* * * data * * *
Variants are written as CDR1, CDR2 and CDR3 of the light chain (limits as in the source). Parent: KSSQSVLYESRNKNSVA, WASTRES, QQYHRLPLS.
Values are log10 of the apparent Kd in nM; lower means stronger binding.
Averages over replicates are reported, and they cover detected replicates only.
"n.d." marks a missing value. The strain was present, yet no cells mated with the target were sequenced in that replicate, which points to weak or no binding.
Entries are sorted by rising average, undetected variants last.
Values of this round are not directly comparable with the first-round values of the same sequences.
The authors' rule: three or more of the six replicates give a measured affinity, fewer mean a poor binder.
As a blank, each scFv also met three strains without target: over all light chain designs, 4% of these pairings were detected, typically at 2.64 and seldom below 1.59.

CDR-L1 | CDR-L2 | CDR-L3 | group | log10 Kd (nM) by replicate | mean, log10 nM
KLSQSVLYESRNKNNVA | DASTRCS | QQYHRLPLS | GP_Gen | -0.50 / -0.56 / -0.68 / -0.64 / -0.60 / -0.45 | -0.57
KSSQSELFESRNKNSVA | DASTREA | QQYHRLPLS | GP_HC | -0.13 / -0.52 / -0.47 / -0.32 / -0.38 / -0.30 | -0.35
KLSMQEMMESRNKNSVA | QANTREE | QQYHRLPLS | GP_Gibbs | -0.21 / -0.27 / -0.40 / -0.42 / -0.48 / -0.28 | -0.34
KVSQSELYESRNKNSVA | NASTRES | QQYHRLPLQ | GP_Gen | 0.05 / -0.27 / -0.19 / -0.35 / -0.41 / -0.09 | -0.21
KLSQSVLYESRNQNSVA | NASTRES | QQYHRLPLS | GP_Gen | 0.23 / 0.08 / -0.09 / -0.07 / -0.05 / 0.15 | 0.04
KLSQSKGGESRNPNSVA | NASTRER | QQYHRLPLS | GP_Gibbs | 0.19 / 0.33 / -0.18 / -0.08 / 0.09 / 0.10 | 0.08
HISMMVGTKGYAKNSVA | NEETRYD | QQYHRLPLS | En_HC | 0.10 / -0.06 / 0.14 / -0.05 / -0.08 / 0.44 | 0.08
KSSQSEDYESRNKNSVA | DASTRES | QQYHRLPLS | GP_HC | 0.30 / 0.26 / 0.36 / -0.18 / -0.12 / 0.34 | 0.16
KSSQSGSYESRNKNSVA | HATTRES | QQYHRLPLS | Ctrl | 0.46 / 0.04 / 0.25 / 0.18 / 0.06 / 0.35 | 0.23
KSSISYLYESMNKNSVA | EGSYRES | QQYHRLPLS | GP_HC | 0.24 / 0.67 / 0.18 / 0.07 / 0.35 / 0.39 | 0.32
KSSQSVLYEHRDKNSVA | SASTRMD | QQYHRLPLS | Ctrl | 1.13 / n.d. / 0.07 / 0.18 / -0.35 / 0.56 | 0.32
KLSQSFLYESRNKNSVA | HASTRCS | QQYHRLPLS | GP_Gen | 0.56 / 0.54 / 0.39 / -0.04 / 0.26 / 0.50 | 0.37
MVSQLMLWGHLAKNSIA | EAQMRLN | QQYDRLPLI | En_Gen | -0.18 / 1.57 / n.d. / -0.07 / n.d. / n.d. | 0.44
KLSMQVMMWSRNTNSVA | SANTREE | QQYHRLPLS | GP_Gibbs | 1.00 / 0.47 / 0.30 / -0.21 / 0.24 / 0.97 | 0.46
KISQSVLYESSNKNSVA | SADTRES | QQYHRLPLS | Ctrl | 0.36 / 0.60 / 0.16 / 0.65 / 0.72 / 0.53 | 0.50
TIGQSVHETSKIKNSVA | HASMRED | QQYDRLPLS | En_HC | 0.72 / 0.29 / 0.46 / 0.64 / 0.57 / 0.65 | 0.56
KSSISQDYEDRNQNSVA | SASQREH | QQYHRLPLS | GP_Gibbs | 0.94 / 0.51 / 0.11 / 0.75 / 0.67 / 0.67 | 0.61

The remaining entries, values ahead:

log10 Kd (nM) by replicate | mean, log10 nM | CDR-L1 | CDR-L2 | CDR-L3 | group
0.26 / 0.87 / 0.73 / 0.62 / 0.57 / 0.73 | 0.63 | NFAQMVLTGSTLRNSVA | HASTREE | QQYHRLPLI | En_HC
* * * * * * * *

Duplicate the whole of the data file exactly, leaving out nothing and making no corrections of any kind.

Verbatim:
Variants are written as CDR1, CDR2 and CDR3 of the light chain (limits as in the source). Parent: KSSQSVLYESRNKNSVA, WASTRES, QQYHRLPLS.
Values are log10 of the apparent Kd in nM; lower means stronger binding.
Averages over replicates are reported, and they cover detected replicates only.
"n.d." marks a missing value. The strain was present, yet no cells mated with the target were sequenced in that replicate, which points to weak or no binding.
Entries are sorted by rising average, undetected variants last.
Values of this round are not directly comparable with the first-round values of the same sequences.
The authors' rule: three or more of the six replicates give a measured affinity, fewer mean a poor binder.
As a blank, each scFv also met three strains without target: over all light chain designs, 4% of these pairings were detected, typically at 2.64 and seldom below 1.59.

CDR-L1 | CDR-L2 | CDR-L3 | group | log10 Kd (nM) by replicate | mean, log10 nM
KLSQSVLYESRNKNNVA | DASTRCS | QQYHRLPLS | GP_Gen | -0.50 / -0.56 / -0.68 / -0.64 / -0.60 / -0.45 | -0.57
KSSQSELFESRNKNSVA | DASTREA | QQYHRLPLS | GP_HC | -0.13 / -0.52 / -0.47 / -0.32 / -0.38 / -0.30 | -0.35
KLSMQEMMESRNKNSVA | QANTREE | QQYHRLPLS | GP_Gibbs | -0.21 / -0.27 / -0.40 / -0.42 / -0.48 / -0.28 | -0.34
KVSQSELYESRNKNSVA | NASTRES | QQYHRLPLQ | GP_Gen | 0.05 / -0.27 / -0.19 / -0.35 / -0.41 / -0.09 | -0.21
KLSQSVLYESRNQNSVA | NASTRES | QQYHRLPLS | GP_Gen | 0.23 / 0.08 / -0.09 / -0.07 / -0.05 / 0.15 | 0.04
KLSQSKGGESRNPNSVA | NASTRER | QQYHRLPLS | GP_Gibbs | 0.19 / 0.33 / -0.18 / -0.08 / 0.09 / 0.10 | 0.08
HISMMVGTKGYAKNSVA | NEETRYD | QQYHRLPLS | En_HC | 0.10 / -0.06 / 0.14 / -0.05 / -0.08 / 0.44 | 0.08
KSSQSEDYESRNKNSVA | DASTRES | QQYHRLPLS | GP_HC | 0.30 / 0.26 / 0.36 / -0.18 / -0.12 / 0.34 | 0.16
KSSQSGSYESRNKNSVA | HATTRES | QQYHRLPLS | Ctrl | 0.46 / 0.04 / 0.25 / 0.18 / 0.06 / 0.35 | 0.23
KSSISYLYESMNKNSVA | EGSYRES | QQYHRLPLS | GP_HC | 0.24 / 0.67 / 0.18 / 0.07 / 0.35 / 0.39 | 0.32
KSSQSVLYEHRDKNSVA | SASTRMD | QQYHRLPLS | Ctrl | 1.13 / n.d. / 0.07 / 0.18 / -0.35 / 0.56 | 0.32
KLSQSFLYESRNKNSVA | HASTRCS | QQYHRLPLS | GP_Gen | 0.56 / 0.54 / 0.39 / -0.04 / 0.26 / 0.50 | 0.37
MVSQLMLWGHLAKNSIA | EAQMRLN | QQYDRLPLI | En_Gen | -0.18 / 1.57 / n.d. / -0.07 / n.d. / n.d. | 0.44
KLSMQVMMWSRNTNSVA | SANTREE | QQYHRLPLS | GP_Gibbs | 1.00 / 0.47 / 0.30 / -0.21 / 0.24 / 0.97 | 0.46
KISQSVLYESSNKNSVA | SADTRES | QQYHRLPLS | Ctrl | 0.36 / 0.60 / 0.16 / 0.65 / 0.72 / 0.53 | 0.50
TIGQSVHETSKIKNSVA | HASMRED | QQYDRLPLS | En_HC | 0.72 / 0.29 / 0.46 / 0.64 / 0.57 / 0.65 | 0.56
KSSISQDYEDRNQNSVA | SASQREH | QQYHRLPLS | GP_Gibbs | 0.94 / 0.51 / 0.11 / 0.75 / 0.67 / 0.67 | 0.61

The remaining entries, values ahead:

log10 Kd (nM) by replicate | mean, log10 nM | CDR-L1 | CDR-L2 | CDR-L3 | group
0.26 / 0.87 / 0.73 / 0.62 / 0.57 / 0.73 | 0.63 | NFAQMVLTGSTLRNSVA | HASTREE | QQYHRLPLI | En_HC